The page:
Carnegie Mellon University
February 14, 2018

CMU and South By Southwest

By Laura Kelly

Now, more than ever, the world needs Carnegie Mellon University.

Confronting monumental issues across the globe, Carnegie Mellon's diverse group of researchers, scholars and artists operate at the intersection of technology and humanity, undertaking ambitious projects to solve the world's most pressing problems. We do this by collaborating across disciplines, traversing traditional boundaries and implementing real, practical change in substantive ways that benefit all of humankind.

Recognizing the unprecedented complexities and potential of the modern age, CMU is ideally positioned to tap the breadth of our academic expertise, explore the promise of the future and apply ourselves to consider the vast implications of innovation on society. Our next chapters of discovery will improve the quality and quantity of food production, reduce pollution, empower the disabled and devise prudent policies that maximize technology's benefits while minimizing its impediments.

It is work that matters.

SXSW — in its thought-provoking exploration of cutting-edge trends in technology, the arts and innovation — sets the stage to examine such important work. And the topics examined here today are the same areas where Carnegie Mellon thrives. We encourage you to explore some of the many ways CMU is contributing to these discussions below.

In 20 years there will be 9.6 billion people to feed, and not enough food. CMU's FarmView is tackling this problem through a team effort of researchers and robots that will increase crop yields with fewer resources by controlling and measuring the environment then analyzing the data, to provide solutions to farmers across the globe.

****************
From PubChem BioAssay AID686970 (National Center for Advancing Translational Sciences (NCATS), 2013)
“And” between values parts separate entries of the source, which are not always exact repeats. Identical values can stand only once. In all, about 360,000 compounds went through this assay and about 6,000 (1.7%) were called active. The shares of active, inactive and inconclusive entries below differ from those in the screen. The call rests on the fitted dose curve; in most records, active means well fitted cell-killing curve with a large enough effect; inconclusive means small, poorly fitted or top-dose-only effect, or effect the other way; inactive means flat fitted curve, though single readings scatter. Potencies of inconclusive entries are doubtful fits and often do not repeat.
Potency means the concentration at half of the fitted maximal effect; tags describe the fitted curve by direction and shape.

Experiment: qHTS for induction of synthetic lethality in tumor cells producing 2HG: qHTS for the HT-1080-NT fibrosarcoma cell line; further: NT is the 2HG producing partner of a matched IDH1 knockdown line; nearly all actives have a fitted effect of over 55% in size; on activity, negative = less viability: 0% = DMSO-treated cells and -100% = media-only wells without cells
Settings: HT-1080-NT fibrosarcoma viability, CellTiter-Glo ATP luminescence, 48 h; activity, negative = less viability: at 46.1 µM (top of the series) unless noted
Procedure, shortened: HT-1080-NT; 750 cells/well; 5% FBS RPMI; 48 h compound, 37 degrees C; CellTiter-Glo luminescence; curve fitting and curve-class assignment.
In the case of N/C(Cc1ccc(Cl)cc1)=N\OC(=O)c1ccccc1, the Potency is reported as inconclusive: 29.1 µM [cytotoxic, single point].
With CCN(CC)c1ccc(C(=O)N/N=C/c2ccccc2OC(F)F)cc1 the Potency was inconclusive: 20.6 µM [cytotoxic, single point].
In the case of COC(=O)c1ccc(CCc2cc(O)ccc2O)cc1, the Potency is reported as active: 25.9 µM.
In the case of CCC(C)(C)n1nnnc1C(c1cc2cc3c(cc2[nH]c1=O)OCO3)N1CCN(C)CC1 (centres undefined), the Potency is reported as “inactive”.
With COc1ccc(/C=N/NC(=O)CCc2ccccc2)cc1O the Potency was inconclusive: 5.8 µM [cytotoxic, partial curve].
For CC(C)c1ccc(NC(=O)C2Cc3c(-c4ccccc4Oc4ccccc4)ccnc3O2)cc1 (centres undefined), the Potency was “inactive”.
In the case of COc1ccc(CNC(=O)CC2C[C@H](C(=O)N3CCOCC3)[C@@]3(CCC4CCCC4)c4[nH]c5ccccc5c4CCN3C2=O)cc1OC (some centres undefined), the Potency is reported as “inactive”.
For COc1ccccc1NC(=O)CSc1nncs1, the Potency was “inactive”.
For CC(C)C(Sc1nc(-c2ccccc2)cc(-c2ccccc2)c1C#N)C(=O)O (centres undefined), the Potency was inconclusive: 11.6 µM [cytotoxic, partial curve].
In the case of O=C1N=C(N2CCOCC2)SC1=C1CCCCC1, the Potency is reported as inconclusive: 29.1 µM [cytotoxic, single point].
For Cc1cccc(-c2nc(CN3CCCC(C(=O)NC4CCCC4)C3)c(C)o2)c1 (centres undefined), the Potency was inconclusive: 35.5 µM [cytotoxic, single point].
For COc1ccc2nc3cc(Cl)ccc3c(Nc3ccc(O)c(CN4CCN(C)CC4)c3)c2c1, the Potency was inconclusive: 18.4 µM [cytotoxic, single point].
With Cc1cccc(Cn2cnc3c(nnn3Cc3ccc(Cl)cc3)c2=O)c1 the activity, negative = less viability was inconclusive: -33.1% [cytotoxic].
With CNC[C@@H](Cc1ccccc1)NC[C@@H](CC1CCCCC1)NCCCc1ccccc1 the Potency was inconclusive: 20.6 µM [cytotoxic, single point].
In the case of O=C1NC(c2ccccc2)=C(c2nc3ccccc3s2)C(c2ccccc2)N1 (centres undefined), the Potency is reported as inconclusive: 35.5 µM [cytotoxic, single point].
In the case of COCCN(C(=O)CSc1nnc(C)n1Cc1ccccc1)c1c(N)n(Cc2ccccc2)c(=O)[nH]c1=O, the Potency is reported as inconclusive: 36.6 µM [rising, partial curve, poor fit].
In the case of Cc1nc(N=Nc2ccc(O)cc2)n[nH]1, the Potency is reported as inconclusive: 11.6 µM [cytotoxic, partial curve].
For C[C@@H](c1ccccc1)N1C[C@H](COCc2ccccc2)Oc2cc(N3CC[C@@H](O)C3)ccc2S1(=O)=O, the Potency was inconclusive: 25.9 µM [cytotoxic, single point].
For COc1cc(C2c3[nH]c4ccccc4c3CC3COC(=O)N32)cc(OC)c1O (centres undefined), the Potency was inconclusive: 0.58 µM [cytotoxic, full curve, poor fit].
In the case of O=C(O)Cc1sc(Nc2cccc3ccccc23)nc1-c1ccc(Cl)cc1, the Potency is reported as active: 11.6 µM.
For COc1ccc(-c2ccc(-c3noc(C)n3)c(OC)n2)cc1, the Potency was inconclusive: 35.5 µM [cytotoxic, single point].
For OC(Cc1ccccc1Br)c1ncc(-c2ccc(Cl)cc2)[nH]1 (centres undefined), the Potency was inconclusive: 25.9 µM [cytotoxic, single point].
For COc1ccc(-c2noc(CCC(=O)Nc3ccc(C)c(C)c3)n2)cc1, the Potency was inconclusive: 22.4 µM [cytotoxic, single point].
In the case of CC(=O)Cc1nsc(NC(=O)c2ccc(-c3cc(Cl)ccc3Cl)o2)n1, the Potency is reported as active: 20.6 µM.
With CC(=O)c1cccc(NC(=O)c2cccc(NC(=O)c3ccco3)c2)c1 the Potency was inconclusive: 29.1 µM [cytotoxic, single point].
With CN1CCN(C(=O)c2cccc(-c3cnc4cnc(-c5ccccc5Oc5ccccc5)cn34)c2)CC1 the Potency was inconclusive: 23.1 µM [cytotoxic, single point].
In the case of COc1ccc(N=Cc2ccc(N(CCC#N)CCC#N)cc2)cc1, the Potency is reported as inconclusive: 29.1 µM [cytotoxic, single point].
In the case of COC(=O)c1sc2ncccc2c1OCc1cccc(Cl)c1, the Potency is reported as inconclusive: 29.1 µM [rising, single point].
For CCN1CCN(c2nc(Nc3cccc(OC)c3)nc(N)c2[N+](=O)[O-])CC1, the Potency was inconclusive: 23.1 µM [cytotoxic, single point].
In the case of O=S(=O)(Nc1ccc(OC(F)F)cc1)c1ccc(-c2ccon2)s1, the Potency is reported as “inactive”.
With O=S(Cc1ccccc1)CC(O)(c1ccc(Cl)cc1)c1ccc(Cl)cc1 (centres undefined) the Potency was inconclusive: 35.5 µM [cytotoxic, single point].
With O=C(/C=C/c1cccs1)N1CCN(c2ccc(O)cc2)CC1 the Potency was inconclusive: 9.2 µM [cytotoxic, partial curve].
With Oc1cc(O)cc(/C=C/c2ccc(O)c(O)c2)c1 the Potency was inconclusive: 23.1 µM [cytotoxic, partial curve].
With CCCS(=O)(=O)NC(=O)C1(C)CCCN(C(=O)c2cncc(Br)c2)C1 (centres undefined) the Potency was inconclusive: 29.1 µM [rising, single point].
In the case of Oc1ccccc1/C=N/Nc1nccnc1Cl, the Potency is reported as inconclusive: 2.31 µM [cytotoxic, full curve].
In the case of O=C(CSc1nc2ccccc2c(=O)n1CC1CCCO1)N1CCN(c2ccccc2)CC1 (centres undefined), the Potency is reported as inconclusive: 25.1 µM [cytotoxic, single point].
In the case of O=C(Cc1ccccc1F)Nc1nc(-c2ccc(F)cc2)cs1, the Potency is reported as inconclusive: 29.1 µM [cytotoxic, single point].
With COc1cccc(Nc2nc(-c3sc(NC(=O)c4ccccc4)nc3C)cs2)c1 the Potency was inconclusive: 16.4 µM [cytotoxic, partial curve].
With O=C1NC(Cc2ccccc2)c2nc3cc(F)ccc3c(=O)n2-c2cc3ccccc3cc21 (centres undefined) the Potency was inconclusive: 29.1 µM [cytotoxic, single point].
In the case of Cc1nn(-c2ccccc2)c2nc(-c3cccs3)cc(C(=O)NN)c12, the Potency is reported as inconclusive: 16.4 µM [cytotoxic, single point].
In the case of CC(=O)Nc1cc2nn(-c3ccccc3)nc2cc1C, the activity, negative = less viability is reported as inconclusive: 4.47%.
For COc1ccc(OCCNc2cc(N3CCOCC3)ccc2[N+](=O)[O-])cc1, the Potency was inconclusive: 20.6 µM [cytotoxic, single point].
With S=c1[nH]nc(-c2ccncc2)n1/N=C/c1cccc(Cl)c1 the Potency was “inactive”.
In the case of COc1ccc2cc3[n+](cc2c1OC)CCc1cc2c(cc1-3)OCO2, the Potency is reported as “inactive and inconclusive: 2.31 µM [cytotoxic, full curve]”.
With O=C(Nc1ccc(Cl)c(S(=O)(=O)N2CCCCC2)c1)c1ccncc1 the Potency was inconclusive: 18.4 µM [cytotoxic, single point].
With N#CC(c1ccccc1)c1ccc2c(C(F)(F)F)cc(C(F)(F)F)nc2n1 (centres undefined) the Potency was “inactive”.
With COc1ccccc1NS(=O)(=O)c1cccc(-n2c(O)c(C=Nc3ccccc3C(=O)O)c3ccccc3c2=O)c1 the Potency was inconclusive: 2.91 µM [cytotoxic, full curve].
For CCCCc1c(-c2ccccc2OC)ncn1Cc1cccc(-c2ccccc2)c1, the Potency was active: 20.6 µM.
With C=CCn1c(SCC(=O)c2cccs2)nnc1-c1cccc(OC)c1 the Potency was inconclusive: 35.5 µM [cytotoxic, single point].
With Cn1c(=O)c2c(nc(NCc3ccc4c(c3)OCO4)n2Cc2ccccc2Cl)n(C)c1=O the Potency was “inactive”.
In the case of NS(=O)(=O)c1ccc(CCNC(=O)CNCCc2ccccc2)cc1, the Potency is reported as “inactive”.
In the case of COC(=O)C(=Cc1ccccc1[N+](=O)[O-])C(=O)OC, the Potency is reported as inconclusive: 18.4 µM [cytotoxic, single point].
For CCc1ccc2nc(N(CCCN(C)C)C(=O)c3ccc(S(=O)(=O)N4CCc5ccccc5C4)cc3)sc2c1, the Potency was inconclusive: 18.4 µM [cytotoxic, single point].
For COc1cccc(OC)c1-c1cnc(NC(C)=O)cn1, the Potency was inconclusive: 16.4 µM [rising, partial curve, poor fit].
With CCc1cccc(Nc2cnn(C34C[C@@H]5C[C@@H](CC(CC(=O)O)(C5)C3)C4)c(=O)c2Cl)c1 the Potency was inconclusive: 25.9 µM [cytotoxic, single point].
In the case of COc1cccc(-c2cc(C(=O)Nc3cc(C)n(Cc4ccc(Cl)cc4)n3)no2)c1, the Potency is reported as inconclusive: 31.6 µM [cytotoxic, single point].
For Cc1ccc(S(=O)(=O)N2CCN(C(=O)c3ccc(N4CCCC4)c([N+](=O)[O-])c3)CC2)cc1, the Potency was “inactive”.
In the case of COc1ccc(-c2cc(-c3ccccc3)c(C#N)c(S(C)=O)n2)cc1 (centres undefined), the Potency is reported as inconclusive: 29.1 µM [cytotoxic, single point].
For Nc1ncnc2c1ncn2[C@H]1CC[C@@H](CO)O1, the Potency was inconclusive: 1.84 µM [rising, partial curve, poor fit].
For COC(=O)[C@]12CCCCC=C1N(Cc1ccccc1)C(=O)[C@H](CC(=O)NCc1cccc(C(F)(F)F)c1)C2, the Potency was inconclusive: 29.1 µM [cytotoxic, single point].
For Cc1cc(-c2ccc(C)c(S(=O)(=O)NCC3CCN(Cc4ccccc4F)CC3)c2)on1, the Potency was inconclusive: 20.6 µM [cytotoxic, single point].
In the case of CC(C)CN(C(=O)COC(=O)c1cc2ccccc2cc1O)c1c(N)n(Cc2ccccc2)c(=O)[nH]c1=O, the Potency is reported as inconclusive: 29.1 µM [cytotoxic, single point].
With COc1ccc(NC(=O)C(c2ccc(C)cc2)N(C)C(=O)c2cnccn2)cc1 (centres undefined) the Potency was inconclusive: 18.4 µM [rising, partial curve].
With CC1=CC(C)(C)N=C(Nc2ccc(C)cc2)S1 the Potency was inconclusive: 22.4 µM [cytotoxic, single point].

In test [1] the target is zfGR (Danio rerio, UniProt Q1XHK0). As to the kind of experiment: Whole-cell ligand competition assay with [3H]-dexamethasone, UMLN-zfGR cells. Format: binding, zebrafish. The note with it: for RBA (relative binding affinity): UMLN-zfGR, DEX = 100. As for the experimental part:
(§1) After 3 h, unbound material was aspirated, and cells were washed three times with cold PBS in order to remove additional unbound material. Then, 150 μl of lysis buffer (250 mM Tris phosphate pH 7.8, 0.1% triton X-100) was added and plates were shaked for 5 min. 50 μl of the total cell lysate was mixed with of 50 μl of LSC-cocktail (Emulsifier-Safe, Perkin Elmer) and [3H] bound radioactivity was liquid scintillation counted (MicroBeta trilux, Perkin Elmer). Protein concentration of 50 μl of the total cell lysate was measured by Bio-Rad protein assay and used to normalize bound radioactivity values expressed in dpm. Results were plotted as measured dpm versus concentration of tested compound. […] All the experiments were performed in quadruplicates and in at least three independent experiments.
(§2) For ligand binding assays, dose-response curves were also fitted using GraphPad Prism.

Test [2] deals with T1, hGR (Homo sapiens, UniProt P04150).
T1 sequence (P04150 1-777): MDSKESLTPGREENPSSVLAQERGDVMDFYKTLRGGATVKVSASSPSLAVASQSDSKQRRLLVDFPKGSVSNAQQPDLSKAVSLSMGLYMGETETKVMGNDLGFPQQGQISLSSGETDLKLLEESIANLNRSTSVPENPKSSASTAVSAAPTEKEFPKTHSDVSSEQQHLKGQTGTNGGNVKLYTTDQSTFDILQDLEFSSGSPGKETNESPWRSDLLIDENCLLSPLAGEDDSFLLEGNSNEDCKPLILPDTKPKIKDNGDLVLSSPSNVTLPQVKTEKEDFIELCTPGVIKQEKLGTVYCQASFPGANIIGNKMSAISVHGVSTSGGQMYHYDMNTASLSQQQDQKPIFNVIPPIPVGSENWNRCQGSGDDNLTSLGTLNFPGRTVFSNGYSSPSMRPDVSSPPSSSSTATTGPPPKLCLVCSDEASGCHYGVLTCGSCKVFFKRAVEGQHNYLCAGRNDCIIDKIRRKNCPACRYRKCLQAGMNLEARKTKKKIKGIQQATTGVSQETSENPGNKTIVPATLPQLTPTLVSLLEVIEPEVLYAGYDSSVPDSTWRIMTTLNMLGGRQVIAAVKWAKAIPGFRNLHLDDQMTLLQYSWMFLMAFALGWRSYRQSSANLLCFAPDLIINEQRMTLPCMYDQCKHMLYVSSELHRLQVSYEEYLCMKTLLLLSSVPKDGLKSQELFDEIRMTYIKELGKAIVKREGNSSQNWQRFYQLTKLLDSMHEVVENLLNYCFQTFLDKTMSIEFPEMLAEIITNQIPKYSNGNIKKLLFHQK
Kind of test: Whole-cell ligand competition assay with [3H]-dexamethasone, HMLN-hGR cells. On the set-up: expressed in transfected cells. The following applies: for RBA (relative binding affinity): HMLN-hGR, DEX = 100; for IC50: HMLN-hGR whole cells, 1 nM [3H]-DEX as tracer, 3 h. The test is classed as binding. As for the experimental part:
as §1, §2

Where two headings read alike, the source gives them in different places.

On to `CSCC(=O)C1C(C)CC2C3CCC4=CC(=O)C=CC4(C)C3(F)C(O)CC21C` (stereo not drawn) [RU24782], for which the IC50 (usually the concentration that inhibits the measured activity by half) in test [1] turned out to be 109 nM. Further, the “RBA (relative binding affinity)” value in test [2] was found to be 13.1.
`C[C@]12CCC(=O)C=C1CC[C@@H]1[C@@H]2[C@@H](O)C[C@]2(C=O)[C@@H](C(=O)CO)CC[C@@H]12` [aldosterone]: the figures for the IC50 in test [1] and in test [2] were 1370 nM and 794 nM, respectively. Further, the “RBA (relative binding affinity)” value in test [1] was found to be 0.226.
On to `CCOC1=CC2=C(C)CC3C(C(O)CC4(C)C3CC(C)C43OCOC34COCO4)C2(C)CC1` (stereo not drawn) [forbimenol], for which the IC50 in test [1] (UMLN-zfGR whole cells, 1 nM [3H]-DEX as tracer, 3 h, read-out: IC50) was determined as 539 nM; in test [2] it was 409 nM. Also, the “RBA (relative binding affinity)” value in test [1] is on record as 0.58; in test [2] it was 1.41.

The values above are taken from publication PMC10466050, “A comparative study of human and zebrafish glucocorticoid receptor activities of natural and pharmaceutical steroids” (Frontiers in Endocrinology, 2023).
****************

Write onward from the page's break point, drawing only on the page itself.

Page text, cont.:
Related CMU Content:

Seventy percent of the world's population will be urban by 2050. CMU's Smart Cities is transforming the way people will live in metro regions with its research, development and deployment approach to urban infrastructures to improve air quality, traffic congestion, economic efficiency and the safety of our citizens.

Image of Farnam Jahanian, Suzanne Kelley, Keith Block and Dean Ramayya Krishnan
Carnegie Mellon Launches Block Center to Examine Societal Impact of Emerging Technologies

CMU Alumna Courtney Williamson is the co-founder and CEO of AbiliLife, which creates devices to improve the quality of life for people with movement disorders.

Forecasting the Flu

The Swartz Center for Entrepreneurship at Carnegie Mellon University is a system of programs and activities that offers a unique path of entrepreneurship education, engagement, collaboration and opportunity — for a truly transformative learning experience.

Image of Drones over a fieldSkycision, founded by CMU alumnus Brendan Carroll, teams up drones with farmers to maximize crop yields.

Related Stories:

At CMU, behavioral economists tackle complicated problems important to society by using a distinct fusion of economics and psychology.

Adam Feinberg
Professor Adam Feinberg Uses Engineering Principles To Regenerate Human Tissue

Project Voyage explores collaborative virtual reality in a classroom setting. The team used Mobile VR as its platform, specifically, the Google Daydream and Pixel.

Image of museum
Professors Francesca Torello and Joshua Bard researched the casts and created the framework and the content for a museum app.

Related CMU stories:

Image of Bob MozManaging Director of Music and CMU alumnus Bob Moczydlowsky speaks at Techstars Music Demo Day at the El Rey Threatre in Los Angeles in 2017.

Related Stories:

Image of blockchain

Blockchains are transaction databases spread across computers that will verify and bundle.

Students at CMU's Heinz College of Information Systems and Public Policy have partnered with international corporations to learn more about blockchains and how they can aid businesses.